The Equality Commission handed over its report "A common concern (SOU 2020: 46)" to the government in August 2020 and since then it has been under consultation. The purpose of the inquiry was to propose measures that will reduce the gaps in Swedish society in the long term, and one of the directives was to propose measures that can contribute to good education and work with good working conditions. That is, how measures aimed at the education system and working life can contribute to greater equality in society as a whole. SFS is one of the consultation bodies and in this blog we will summarize and go through the most prominent parts of SFS 'consultation responses.
To understand what efforts are required for higher education to be able to contribute to a more equal society, we need to start with what higher education looks like today. The university has expanded sharply in recent years. In addition, society has become increasingly high-tech and advanced, which means that more and more professions require a university degree. With the expansion of the university, groups that were previously underrepresented, such as women, have to some extent increased in the student population and today constitute a majority within the university. However, the University Chancellor's Office, UKÄ, showed that the impact of social background is still significant.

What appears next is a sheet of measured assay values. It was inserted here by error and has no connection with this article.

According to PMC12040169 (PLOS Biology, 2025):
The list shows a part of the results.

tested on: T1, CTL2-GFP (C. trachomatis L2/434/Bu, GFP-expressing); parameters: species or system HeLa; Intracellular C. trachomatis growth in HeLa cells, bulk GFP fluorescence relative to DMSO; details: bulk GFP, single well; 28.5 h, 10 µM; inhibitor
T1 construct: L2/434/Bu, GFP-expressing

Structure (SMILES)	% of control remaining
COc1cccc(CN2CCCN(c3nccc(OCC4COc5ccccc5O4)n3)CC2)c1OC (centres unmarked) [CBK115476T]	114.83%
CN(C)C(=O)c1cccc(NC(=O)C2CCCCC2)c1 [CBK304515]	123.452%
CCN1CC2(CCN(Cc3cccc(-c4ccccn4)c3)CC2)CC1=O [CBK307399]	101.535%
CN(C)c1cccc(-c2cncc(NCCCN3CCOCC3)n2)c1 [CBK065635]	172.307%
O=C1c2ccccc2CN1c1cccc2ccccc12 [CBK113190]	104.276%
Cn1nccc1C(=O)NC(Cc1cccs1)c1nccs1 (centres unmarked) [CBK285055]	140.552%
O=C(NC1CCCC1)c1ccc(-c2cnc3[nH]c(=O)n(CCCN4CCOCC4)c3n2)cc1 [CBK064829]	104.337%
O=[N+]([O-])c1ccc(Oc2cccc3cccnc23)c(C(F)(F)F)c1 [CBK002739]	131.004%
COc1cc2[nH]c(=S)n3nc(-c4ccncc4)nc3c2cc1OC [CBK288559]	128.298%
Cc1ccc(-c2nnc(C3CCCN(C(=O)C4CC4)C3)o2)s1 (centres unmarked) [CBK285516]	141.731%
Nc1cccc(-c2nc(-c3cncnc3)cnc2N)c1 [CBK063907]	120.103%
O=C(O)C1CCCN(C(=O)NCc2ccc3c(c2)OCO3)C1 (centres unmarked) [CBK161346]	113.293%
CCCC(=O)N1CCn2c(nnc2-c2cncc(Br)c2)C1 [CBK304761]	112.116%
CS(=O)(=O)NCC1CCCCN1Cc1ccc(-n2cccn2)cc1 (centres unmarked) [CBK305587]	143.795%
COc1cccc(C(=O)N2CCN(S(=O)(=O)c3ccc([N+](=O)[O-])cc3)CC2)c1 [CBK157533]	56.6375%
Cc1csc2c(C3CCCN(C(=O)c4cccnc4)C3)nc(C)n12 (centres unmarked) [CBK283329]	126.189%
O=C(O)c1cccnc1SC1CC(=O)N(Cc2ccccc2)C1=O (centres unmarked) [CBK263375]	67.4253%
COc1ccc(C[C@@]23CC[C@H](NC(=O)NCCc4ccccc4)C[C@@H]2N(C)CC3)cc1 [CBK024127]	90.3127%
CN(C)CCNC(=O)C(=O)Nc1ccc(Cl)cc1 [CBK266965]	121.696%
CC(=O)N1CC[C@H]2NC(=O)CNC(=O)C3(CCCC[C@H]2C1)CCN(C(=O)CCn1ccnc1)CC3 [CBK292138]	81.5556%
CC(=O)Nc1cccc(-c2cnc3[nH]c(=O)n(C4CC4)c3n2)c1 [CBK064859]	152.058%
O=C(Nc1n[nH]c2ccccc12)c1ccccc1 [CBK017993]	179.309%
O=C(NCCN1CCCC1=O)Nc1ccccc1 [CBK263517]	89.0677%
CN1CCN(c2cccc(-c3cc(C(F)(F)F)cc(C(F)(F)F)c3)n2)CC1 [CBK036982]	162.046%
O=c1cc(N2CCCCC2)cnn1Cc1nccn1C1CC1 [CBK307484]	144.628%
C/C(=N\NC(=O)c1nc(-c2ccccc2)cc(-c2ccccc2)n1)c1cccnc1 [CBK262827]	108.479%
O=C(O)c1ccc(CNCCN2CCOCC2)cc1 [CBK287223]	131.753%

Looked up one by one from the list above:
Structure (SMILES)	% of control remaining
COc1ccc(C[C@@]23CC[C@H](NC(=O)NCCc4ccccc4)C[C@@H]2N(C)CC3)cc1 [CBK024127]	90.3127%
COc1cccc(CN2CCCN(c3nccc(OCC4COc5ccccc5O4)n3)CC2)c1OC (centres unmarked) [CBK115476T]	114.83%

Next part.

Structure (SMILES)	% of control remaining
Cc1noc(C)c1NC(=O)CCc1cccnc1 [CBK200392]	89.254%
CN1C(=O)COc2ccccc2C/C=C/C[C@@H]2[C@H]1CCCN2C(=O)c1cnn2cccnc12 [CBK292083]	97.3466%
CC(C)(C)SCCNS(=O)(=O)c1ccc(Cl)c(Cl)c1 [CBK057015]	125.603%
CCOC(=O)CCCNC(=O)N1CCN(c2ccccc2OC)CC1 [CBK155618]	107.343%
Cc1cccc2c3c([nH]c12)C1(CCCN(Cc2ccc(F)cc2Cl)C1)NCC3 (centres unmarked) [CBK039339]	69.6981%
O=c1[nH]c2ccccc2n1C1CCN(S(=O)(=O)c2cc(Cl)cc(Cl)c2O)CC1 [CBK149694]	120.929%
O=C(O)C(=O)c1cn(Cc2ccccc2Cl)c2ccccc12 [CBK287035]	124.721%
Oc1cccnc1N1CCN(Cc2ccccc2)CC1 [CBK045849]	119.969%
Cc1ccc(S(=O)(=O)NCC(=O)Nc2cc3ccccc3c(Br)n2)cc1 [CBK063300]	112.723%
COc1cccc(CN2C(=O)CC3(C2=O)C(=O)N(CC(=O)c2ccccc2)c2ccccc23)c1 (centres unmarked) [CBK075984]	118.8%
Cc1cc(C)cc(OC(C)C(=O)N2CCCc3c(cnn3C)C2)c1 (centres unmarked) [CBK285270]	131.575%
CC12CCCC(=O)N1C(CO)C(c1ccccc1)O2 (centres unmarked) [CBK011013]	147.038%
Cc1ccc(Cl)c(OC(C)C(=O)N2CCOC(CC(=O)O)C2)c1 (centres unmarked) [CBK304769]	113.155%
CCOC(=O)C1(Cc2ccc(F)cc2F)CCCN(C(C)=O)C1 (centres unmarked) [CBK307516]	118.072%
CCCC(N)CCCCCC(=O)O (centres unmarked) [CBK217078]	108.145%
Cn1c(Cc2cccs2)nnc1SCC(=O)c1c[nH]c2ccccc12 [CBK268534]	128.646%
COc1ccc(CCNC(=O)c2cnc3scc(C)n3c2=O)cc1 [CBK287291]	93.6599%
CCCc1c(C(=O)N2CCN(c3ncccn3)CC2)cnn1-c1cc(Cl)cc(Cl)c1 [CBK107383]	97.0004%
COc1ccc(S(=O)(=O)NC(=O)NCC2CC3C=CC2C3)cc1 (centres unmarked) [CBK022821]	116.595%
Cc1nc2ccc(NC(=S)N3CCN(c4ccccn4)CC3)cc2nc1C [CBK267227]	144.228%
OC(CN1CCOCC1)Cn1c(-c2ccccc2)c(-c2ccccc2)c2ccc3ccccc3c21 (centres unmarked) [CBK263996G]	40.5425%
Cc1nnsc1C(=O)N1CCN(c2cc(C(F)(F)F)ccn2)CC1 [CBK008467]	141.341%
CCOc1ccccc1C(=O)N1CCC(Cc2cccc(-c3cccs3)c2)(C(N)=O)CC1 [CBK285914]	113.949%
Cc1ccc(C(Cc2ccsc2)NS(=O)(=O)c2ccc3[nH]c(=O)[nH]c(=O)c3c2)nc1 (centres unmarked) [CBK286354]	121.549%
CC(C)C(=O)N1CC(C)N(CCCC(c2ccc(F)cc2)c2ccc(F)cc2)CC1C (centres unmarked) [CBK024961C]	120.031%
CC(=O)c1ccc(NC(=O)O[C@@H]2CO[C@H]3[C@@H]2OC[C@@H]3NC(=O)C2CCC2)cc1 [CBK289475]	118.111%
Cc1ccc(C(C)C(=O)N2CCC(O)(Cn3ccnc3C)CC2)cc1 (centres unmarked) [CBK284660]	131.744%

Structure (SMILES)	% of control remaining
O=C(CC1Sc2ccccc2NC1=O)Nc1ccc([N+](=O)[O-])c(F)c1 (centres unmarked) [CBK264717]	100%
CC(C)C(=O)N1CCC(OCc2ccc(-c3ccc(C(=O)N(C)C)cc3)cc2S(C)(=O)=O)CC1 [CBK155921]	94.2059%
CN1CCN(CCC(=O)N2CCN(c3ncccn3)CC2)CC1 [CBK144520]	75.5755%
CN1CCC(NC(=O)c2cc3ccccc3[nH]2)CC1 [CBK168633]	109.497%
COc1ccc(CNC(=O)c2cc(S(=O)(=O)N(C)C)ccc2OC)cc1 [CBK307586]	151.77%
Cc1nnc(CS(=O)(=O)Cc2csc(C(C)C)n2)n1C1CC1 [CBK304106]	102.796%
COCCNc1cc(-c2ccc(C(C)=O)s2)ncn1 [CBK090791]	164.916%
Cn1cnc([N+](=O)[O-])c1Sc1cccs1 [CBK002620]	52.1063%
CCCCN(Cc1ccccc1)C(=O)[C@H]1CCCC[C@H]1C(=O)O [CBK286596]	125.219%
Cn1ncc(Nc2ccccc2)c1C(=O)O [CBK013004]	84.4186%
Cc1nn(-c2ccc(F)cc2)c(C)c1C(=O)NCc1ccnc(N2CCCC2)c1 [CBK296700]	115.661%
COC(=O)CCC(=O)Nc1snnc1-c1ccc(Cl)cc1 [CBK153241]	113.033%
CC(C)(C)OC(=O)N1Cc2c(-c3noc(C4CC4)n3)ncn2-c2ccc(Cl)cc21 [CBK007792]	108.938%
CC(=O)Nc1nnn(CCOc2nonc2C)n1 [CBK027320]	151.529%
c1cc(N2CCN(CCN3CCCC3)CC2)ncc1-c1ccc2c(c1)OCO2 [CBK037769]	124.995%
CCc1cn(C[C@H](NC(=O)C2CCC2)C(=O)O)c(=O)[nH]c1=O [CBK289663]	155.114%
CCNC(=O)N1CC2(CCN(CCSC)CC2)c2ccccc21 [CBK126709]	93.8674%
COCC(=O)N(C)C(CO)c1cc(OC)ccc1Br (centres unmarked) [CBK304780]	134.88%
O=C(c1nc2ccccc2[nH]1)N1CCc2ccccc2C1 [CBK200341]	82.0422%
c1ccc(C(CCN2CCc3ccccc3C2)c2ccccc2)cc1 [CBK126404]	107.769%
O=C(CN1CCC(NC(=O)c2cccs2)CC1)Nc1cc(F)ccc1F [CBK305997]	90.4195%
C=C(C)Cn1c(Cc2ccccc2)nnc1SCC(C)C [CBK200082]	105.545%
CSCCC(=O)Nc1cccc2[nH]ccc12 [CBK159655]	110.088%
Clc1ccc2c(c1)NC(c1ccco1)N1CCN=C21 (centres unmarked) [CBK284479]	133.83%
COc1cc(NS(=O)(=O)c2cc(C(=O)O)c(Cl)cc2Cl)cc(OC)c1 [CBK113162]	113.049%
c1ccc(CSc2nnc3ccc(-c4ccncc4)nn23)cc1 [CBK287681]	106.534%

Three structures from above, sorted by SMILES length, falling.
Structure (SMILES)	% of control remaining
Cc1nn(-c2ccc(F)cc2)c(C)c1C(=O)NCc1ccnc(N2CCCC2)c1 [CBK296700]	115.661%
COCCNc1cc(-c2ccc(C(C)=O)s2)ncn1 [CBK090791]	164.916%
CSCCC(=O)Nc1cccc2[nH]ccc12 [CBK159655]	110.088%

UKÄ estimates that just over 5000 people with good high school grades in each cohort opt out of higher education. It would benefit both the individual and society if they were educated to a greater degree. At the same time, work is needed to ensure that everyone who is qualified and admitted to the university is given good conditions to complete their education. Today, the appropriations for higher education are neglected and this affects the quality of the business. Therefore, SFS wants to emphasize that the proposals made in the inquiry on, among other things, broadened recruitment also need to provide sufficient resources.
To reduce the distance between country and city